CROSS JOIN, a nice example for a rarely used operation

In 95% of the cases, cartesian products originate from accidental cross join operations and cause unnecessary high load on a database. Maybe the results aren’t even wrong, as someone may have applied a UNION or a DISTINCT keyword, to remove unwanted duplicates.

But there are those 5% of SQL queries, where the cartesian product is intentional, even desireable. Here’s a nice example of such a query. Let’s assume we have these two tables (for simplicity, constraints are omitted):

create table content_hits (
  content_id int,
  subscriber_id int
);

create table content_tags (
  content_id int,
  tag_id int
);

The above tables model some blog content, where content_hits shows how many subscribers are concerned with a given blog entry, and content_tags shows which tag is applied to a given blog entry. So let’s say, we want to have some statistics about how many times any given subscriber/tag combination was actually seen. We cannot just join and group by subscriber_id, tag_id if we want the complete list of combinations (including the ones that have a zero count). So a cross join comes to the rescue!

SELECT combinations.tag_id,
       combinations.subscriber_id,

-- correlated subquery to count the actual hits by tag/subscriber when
-- joining the two tables using content_id

       (SELECT count(*)
        FROM content_hits AS h
        JOIN content_tag AS t ON h.content_id = t.content_id
        WHERE h.subscriber_id = combinations.subscriber_id
        AND t.tag_id = combinations.tag_id) as cnt

-- Create all combinations of tag/subscribers first, before counting
-- anything. This will be necessary to have "zero-counts" for any
-- combination of tag/subscriber

FROM (
  SELECT DISTINCT tag_id, subscriber_id
  FROM content_tag
  CROSS JOIN content_hits
) AS combinations

Instead of using a correlated subquery, for performance reasons (depending on the database) it might be more interesting to left outer join the first subquery to the “combinations” relation and then group by subscriber_id, tag_id, and count(content_id) for every group, resulting in this query:

SELECT combinations.tag_id,
       combinations.subscriber_id,
       count(content_relation.content_id)

-- Create all combinations of tag/subscribers first, before counting
-- anything. This will be necessary to have "zero-counts" for any
-- combination of tag/subscriber

FROM (
  SELECT DISTINCT tag_id, subscriber_id
  FROM content_tag
  CROSS JOIN content_hits
) AS combinations

-- Now, outer join every expected combination to its 
-- actual relation joined on content_id

LEFT OUTER JOIN (
  SELECT h.content_id, 
         h.subscriber_id,
         t.tag_id
  FROM content_hits AS h
  JOIN content_tag AS t ON h.content_id = t.content_id
) AS content_relation
ON combinations.tag_id = content_relation.tag_id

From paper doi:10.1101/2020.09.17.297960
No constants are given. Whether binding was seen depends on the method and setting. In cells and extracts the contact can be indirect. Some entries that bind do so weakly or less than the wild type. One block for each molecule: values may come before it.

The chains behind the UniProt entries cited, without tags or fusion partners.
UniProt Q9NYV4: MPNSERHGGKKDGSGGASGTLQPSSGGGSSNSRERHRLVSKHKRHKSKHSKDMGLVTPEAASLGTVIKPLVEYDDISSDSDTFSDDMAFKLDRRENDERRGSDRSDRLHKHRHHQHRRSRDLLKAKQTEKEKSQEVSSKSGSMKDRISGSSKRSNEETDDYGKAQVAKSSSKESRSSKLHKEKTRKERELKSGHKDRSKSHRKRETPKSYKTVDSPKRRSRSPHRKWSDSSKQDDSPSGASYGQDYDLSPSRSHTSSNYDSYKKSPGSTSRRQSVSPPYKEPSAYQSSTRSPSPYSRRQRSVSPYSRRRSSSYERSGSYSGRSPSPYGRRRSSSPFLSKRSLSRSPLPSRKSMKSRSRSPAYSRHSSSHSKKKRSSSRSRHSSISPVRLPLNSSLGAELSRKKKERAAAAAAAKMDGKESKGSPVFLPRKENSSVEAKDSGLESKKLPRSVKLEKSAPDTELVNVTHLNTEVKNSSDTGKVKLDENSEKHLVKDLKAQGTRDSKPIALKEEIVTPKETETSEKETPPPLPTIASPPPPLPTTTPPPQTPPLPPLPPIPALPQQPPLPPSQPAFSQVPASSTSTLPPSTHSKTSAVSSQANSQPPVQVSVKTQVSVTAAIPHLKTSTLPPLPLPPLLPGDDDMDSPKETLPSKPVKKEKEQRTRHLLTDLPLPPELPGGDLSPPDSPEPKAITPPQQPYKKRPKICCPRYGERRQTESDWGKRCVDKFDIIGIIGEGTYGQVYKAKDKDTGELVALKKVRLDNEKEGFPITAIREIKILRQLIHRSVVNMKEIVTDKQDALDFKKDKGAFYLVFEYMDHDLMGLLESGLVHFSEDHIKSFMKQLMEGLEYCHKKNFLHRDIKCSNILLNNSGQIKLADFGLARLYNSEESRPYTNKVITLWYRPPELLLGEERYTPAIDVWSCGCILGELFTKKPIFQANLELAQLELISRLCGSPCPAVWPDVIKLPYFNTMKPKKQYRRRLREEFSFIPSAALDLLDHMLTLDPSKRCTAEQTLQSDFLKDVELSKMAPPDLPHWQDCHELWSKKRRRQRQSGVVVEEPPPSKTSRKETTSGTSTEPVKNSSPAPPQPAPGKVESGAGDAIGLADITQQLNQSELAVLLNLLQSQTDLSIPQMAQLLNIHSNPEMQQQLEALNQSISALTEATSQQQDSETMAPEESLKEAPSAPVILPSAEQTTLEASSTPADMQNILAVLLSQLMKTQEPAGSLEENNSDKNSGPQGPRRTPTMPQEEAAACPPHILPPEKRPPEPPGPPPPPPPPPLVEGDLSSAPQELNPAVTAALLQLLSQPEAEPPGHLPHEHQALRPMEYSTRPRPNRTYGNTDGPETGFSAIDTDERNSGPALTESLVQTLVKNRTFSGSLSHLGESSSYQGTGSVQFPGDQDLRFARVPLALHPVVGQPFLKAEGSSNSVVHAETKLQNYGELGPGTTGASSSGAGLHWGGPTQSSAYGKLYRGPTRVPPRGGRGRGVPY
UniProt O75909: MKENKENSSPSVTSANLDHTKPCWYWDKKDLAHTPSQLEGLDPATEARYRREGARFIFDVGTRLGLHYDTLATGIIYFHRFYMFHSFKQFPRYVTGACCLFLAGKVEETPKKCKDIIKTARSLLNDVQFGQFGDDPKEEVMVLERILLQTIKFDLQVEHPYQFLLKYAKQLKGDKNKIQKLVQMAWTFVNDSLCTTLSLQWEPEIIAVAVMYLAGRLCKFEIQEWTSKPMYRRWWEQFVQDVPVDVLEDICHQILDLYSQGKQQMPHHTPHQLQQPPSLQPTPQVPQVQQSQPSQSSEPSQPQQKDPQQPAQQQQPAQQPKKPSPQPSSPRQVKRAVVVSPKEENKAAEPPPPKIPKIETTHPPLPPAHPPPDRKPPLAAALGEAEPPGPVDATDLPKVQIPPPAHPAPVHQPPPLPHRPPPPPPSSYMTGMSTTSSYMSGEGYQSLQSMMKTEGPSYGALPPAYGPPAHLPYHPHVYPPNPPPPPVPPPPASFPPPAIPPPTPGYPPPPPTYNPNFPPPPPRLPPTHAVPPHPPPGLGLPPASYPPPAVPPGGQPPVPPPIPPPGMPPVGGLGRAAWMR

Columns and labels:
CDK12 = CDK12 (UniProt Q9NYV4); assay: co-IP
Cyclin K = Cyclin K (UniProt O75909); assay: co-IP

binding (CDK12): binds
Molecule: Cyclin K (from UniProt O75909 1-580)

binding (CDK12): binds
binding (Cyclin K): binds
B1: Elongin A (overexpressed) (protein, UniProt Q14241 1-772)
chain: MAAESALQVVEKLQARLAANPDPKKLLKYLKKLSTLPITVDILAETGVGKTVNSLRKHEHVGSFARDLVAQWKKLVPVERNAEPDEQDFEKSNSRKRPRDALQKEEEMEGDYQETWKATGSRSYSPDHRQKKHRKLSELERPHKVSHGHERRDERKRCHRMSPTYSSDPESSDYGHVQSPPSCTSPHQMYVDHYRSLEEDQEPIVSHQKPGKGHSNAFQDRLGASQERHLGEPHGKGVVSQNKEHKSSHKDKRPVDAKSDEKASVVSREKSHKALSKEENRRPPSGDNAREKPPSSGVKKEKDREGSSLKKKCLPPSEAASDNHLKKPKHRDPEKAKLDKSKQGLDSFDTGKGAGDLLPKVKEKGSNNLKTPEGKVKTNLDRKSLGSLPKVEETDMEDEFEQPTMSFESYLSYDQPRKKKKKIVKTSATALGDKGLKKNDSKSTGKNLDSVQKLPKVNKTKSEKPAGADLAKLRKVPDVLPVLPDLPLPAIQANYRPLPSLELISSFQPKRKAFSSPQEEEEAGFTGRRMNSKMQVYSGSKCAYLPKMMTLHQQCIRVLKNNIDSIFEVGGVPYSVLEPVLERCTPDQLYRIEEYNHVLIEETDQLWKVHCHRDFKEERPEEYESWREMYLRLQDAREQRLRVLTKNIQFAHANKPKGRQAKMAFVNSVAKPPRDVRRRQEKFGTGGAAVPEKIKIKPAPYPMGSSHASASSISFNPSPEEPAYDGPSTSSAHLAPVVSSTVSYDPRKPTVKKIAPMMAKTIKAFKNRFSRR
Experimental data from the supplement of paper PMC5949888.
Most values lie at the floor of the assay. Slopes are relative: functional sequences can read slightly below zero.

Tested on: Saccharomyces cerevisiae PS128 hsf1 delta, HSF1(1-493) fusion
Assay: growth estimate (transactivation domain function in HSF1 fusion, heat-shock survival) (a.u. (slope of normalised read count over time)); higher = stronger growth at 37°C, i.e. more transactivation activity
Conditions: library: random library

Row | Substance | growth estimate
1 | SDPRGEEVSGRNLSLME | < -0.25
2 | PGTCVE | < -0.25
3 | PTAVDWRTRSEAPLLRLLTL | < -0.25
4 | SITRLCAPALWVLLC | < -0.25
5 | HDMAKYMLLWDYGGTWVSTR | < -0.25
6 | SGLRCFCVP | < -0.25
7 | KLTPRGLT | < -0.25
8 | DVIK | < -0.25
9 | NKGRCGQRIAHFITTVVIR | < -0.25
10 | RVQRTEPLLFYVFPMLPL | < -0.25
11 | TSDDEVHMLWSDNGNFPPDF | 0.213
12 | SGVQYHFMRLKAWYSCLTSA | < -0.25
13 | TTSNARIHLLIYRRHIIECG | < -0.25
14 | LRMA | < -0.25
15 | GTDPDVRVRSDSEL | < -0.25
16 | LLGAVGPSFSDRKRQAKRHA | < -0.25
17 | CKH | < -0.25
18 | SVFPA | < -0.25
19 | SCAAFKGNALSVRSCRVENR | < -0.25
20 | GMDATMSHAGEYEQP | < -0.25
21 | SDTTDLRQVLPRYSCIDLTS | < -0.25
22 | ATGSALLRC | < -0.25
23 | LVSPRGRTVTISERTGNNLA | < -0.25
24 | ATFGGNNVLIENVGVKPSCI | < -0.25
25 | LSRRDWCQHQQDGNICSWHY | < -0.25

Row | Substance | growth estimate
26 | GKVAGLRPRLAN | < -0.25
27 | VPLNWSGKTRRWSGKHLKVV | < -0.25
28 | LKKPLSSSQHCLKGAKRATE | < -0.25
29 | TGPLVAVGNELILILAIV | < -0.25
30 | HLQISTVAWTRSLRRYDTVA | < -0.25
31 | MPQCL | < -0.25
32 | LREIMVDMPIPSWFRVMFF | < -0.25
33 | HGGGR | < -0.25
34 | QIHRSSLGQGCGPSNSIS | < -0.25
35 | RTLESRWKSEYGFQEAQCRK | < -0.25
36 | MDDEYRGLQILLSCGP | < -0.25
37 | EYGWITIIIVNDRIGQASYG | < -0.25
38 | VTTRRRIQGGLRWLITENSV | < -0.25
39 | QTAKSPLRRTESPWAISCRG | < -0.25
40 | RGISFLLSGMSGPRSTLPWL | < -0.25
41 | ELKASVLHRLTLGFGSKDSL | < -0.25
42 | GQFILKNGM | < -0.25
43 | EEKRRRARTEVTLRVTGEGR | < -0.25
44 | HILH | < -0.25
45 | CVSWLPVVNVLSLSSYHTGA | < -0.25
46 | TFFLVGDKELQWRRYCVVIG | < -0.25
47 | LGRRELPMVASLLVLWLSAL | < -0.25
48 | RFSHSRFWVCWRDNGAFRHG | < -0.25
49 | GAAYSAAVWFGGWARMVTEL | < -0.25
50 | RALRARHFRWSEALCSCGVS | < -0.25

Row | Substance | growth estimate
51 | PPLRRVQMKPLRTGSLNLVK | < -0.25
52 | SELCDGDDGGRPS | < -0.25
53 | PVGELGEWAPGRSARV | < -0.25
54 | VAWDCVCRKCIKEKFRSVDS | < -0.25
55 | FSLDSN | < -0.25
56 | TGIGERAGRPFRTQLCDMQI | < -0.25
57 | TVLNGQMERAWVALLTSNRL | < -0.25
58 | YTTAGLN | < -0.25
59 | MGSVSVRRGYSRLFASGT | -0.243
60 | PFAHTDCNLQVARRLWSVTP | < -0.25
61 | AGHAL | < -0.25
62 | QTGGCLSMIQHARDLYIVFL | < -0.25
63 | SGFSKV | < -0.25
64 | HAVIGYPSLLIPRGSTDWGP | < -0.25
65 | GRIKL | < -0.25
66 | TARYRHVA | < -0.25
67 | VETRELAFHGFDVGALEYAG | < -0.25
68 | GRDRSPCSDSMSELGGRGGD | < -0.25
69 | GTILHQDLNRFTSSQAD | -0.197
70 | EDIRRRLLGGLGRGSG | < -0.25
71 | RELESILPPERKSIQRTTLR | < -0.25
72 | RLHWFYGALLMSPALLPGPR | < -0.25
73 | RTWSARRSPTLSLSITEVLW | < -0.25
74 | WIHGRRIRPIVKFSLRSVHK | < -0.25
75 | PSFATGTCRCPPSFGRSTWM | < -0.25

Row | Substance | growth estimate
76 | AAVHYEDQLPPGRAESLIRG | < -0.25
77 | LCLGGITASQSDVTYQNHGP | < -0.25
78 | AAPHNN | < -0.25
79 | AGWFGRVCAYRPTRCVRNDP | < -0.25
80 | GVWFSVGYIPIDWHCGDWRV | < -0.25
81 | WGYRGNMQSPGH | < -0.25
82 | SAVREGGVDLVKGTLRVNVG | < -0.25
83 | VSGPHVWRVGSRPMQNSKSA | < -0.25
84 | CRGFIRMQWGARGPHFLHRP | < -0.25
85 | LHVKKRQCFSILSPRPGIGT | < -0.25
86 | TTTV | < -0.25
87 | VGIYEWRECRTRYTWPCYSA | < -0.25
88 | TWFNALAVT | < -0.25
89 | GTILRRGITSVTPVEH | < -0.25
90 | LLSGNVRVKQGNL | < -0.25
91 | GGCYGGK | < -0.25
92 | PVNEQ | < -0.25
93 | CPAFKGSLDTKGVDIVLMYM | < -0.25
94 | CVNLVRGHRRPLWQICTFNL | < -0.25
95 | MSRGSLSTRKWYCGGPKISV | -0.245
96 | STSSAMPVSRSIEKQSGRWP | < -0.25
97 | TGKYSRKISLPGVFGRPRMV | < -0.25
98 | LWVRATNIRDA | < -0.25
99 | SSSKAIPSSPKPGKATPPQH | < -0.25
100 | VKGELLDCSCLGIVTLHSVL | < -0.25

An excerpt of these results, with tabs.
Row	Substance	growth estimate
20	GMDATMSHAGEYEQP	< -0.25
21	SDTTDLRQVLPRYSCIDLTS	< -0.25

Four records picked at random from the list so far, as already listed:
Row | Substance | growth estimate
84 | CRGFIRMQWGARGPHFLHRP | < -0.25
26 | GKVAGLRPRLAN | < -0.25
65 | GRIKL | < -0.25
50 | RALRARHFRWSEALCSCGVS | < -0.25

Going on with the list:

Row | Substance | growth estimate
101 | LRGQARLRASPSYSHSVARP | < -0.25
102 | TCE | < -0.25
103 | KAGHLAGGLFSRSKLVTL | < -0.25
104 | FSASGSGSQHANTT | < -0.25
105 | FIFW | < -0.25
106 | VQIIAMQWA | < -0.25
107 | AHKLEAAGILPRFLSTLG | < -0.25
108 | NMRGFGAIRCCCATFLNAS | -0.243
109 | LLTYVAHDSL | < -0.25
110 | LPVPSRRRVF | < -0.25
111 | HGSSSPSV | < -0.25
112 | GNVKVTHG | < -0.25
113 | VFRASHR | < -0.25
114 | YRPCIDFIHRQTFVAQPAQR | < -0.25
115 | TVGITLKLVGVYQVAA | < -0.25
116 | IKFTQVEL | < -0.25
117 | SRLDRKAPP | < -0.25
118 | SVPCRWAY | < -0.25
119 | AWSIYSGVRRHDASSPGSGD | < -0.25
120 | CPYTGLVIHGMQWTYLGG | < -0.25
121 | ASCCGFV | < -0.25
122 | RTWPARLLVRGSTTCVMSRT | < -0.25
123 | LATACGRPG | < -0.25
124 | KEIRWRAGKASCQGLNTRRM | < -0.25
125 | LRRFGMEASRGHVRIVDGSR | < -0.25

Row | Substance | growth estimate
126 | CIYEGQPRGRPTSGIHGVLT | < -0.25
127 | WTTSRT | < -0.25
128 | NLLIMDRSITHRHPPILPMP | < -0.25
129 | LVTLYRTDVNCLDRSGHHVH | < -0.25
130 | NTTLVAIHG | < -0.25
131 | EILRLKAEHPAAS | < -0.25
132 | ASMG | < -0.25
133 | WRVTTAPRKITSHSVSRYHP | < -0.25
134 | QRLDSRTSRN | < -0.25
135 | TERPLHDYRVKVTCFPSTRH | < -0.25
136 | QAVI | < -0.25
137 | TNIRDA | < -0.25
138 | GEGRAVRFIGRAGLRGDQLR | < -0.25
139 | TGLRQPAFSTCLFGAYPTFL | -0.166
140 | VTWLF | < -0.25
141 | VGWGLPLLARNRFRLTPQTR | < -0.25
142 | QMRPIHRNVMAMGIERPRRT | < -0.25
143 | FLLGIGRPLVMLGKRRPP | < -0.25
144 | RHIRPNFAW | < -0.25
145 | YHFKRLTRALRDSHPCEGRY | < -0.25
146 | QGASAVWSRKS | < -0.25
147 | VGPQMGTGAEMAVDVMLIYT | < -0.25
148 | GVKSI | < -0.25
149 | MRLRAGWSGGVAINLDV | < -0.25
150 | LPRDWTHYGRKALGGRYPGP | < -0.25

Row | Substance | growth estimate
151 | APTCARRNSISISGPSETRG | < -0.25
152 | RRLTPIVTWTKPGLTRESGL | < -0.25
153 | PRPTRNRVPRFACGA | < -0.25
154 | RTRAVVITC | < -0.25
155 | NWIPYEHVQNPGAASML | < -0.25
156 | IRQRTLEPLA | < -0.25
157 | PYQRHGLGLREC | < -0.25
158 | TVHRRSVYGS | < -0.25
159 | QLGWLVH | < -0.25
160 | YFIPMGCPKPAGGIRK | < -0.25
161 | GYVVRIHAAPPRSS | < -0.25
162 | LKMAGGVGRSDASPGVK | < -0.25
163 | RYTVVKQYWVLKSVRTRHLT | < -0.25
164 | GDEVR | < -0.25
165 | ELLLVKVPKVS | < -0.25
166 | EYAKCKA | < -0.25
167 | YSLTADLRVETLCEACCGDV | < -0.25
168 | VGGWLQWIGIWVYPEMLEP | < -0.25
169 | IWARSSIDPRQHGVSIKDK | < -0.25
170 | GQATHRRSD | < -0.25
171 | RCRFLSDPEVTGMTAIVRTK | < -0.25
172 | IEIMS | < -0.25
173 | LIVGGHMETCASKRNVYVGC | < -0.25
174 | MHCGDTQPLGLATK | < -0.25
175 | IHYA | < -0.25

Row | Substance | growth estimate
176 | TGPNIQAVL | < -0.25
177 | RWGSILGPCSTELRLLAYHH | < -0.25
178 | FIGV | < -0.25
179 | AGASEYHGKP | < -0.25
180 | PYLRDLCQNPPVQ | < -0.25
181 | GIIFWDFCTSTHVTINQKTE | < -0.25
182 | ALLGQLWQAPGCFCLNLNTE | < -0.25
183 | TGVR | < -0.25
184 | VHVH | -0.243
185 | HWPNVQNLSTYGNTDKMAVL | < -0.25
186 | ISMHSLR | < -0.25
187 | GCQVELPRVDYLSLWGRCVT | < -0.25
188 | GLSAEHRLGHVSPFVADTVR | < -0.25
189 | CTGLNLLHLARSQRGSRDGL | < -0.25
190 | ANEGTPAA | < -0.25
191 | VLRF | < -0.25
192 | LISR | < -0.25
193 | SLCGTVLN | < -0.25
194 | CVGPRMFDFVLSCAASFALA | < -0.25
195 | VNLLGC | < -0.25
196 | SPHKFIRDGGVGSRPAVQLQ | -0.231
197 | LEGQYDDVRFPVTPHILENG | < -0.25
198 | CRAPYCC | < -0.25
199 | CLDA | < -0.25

AND combinations.subscriber_id = content_relation.subscriber_id

-- And now, finally, group, in order to get the count(content_id)
GROUP BY combinations.tag_id,
         combinations.subscriber_id

The original Stack Overflow question can be seen here:

http://stackoverflow.com/questions/9924433/mysql-select-query-using-count

jOOQ in the wild

The first open source projects start to appear on the web with public dependencies on jOOQ. One of them is a small backup tool called blizzys-backup by Maik Schreiber. It uses jOOQ to handle a small H2 database with 3-4 relations describing scheduled backups and backup-file meta data. Interestingly, Maik seems to prefer lazy fetching his data using an org.jooq.Cursor, keeping the underlying java.sql.ResultSet open during iterations. An example code snippet from the BackupRun class can be seen here:

// below code (c) by Maik Schreiber (slightly modified)
Cursor<Record> cursor = null;
try {
  cursor = database.factory()
    .select(Backups.ID)
    .from(Backups.BACKUPS)
    .where(Backups.ID.notEqual(Integer.valueOf(backupId)))
    .orderBy(Backups.RUN_TIME.desc())
    .fetchLazy();

  while (cursor.hasNext()) {
    int backupId = cursor.fetchOne().getValue(Backups.ID).intValue();

    // [...]
  }

  // Note: The above loop could be re-written to this
  // as Cursor<R extends Record> extends Iterable<R>:
  for (Record record : cursor) {
    int backupId = record.getValue(...);
  }
} finally {
  database.closeQuietly(cursor);
}

Another example:

// below code (c) by Maik Schreiber (slightly modified)
Cursor<Record> cursor = null;
try {
  cursor = database.factory()
    .select(Files.ID,
            Files.BACKUP_PATH)
    .from(Files.FILES)
    .leftOuterJoin(Entries.ENTRIES)
      .on(Entries.FILE_ID.equal(Files.ID))
    .where(Entries.FILE_ID.isNull())
    .fetchLazy();

  while (cursor.hasNext()) {
    Record record = cursor.fetchOne();
    FileEntry file = new FileEntry(
      record.getValue(Files.ID).intValue(),
      record.getValue(Files.BACKUP_PATH));

    // [...]
  }
} finally {
  database.closeQuietly(cursor);
}

blizzys-backup auto-installs its schema at the first run. This can be seen in the Database class. It shows that jOOQ’s planned support for DDL statements is going to add even more value to jOOQ, as this is a real need for many open-source tools. Some sample statement (today, an example of going back to string concatenation…):

factory.query("CREATE TABLE IF NOT EXISTS backups (" + 
                "id INT NOT NULL AUTO_INCREMENT PRIMARY KEY, " +
                "run_time DATETIME NOT NULL, " +
                "num_entries INT NULL" +
              ")").execute();

See more of blizzys-backup here:

https://github.com/blizzy78/blizzys-backup/